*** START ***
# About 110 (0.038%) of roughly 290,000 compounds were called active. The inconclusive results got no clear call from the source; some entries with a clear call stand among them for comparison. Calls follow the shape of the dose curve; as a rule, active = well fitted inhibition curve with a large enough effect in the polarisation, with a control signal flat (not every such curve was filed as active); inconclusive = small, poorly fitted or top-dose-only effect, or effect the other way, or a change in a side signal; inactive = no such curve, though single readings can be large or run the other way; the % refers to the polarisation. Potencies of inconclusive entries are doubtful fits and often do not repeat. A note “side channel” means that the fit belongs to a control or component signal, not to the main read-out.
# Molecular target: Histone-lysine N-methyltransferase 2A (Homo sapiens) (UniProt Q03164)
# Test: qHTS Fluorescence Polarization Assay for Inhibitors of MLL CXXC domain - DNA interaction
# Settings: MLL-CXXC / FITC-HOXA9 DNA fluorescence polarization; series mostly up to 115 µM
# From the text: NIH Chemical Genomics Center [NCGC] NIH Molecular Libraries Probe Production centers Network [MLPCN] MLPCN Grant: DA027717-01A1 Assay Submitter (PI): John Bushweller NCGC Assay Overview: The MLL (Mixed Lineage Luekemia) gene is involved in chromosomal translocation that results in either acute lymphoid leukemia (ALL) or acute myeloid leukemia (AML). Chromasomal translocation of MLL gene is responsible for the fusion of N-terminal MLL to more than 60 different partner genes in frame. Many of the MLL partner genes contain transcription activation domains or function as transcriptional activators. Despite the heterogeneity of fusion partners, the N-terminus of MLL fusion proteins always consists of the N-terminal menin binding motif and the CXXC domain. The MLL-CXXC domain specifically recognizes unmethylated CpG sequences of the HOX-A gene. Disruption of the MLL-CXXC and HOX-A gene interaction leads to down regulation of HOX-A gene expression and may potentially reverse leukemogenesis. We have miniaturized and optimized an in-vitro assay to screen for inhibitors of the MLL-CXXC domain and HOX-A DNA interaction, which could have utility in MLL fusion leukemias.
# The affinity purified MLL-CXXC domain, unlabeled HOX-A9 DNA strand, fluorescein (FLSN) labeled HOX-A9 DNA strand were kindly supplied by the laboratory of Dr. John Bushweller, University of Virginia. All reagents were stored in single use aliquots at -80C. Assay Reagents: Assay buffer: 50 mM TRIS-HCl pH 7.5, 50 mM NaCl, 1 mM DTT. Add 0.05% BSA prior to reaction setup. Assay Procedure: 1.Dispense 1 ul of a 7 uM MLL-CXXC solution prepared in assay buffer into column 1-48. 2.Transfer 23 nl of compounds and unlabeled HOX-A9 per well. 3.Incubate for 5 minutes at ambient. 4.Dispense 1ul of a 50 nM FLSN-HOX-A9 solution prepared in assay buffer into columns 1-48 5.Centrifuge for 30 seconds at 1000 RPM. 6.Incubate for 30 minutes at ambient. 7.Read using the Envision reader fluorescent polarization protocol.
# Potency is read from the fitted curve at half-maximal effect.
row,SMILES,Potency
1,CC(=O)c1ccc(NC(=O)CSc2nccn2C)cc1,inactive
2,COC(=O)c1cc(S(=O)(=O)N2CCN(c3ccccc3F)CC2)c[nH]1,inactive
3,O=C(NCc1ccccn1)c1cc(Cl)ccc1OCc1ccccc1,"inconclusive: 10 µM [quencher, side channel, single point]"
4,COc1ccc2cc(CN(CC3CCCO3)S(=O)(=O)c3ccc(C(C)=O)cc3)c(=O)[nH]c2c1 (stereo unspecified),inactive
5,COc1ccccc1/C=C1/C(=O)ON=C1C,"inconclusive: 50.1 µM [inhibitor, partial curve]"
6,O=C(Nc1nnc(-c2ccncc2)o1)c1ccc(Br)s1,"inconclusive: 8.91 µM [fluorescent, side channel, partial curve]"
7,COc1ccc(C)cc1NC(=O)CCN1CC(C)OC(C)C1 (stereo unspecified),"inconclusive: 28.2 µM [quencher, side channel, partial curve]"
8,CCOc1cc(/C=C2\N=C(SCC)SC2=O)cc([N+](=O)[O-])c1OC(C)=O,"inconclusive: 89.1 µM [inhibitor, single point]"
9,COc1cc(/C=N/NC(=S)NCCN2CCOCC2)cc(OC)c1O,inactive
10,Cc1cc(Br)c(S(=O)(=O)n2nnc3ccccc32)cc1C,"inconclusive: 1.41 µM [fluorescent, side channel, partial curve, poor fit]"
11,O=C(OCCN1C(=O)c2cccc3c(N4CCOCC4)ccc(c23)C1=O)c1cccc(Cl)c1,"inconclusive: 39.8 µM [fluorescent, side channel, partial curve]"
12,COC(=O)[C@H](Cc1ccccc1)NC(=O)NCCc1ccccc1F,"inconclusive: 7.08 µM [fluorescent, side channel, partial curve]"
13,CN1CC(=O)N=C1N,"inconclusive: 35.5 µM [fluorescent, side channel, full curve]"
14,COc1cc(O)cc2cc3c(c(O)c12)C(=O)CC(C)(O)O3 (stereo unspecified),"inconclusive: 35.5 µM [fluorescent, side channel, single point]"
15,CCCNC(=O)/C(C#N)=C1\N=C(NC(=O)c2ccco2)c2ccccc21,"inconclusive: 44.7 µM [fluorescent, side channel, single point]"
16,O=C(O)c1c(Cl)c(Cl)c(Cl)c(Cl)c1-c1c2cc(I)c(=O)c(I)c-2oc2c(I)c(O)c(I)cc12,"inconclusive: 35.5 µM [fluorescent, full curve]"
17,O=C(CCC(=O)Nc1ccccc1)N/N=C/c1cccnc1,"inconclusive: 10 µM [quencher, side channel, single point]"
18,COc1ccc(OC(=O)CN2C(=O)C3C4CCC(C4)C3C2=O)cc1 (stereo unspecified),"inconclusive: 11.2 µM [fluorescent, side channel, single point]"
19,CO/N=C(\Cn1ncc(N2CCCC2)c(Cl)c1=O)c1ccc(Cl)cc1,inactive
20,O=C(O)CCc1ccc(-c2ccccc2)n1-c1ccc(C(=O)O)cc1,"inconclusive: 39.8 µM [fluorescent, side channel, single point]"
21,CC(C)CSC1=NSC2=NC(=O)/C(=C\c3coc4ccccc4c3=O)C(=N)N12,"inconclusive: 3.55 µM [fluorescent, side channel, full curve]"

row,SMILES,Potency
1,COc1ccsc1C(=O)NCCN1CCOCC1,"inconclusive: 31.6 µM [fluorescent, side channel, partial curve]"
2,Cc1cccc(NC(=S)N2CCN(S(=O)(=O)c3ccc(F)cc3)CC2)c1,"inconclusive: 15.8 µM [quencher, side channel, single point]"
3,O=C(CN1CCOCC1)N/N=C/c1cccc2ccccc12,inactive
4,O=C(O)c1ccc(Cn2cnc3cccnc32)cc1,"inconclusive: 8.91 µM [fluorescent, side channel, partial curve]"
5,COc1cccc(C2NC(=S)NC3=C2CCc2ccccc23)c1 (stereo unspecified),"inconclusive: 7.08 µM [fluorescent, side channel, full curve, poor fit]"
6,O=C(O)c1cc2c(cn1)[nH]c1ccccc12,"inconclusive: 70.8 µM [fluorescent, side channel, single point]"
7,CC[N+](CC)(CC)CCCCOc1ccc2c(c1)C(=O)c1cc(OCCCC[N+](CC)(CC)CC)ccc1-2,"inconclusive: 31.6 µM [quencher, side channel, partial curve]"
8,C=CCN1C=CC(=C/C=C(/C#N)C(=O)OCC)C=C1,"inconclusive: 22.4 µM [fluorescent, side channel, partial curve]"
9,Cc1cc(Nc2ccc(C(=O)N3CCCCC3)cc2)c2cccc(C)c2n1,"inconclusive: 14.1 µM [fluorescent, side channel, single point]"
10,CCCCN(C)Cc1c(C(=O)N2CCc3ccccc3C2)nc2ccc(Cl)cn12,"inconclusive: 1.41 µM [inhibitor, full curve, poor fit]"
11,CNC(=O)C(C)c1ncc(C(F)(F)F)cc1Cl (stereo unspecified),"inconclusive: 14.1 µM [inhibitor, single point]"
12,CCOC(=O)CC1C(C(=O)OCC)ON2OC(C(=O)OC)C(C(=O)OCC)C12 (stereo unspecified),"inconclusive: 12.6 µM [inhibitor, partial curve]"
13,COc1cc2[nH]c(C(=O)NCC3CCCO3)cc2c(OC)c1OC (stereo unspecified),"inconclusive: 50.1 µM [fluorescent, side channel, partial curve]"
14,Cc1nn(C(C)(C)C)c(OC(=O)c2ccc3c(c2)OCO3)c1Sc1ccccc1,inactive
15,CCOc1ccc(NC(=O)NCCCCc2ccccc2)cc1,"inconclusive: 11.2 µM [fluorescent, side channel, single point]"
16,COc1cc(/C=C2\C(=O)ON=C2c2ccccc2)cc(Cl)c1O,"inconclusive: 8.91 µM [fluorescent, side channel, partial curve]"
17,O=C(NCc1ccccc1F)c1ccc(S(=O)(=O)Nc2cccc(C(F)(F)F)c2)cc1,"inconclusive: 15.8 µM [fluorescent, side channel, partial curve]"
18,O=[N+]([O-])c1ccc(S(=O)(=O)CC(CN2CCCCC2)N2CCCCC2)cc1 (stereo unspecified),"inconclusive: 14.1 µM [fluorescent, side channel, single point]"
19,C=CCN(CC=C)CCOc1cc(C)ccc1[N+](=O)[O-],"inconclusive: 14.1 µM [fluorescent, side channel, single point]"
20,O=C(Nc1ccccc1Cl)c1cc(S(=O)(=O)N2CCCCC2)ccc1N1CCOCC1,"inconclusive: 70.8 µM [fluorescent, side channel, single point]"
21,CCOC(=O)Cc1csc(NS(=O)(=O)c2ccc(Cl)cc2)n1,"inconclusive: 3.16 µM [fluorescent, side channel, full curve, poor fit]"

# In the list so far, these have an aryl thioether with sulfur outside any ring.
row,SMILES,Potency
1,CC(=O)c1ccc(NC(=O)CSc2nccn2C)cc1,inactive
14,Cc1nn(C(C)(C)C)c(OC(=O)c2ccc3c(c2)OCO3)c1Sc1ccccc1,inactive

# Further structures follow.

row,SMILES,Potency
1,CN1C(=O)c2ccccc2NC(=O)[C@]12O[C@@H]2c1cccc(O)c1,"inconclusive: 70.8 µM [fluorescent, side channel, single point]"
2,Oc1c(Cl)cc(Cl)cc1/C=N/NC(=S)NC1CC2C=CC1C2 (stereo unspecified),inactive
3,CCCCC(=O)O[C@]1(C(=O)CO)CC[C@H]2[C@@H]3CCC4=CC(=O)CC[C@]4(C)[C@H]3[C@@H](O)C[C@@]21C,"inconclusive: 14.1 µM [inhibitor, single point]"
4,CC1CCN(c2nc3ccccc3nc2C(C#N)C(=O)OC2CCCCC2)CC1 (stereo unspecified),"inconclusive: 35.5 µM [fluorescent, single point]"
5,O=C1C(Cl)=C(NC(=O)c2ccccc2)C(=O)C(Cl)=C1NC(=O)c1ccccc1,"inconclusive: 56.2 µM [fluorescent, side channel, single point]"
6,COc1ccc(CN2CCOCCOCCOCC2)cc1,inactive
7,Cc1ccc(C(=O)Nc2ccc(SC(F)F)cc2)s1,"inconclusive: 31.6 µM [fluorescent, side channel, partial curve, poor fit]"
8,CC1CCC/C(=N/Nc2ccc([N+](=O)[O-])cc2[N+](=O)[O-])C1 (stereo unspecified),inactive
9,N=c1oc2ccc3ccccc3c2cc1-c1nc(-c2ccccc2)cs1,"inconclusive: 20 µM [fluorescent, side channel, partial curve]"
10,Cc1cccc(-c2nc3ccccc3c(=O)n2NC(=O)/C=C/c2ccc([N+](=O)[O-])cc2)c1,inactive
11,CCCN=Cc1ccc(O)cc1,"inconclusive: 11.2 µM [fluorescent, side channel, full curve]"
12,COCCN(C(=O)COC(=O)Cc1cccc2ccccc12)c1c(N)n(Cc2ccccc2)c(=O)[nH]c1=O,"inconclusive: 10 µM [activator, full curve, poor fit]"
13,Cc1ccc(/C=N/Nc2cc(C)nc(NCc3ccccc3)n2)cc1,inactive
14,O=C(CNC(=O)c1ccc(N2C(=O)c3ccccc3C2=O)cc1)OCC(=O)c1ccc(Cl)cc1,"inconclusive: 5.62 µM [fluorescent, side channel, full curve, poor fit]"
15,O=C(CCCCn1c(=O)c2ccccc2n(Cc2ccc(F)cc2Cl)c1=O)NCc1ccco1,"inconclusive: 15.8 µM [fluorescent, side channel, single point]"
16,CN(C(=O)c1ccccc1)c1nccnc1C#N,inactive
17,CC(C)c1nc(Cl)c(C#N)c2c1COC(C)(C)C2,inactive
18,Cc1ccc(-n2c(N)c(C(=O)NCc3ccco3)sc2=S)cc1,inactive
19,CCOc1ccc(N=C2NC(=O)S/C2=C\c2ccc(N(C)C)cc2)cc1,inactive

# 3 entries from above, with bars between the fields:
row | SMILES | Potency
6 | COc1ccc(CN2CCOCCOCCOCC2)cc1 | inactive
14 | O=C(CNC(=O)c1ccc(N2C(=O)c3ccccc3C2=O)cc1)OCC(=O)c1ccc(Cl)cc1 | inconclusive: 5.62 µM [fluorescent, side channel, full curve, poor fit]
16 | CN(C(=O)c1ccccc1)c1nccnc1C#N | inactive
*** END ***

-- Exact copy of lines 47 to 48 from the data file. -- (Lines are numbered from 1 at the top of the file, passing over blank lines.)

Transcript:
17,O=C(NCc1ccccc1F)c1ccc(S(=O)(=O)Nc2cccc(C(F)(F)F)c2)cc1,"inconclusive: 15.8 µM [fluorescent, side channel, partial curve]"
18,O=[N+]([O-])c1ccc(S(=O)(=O)CC(CN2CCCCC2)N2CCCCC2)cc1 (stereo unspecified),"inconclusive: 14.1 µM [fluorescent, side channel, single point]"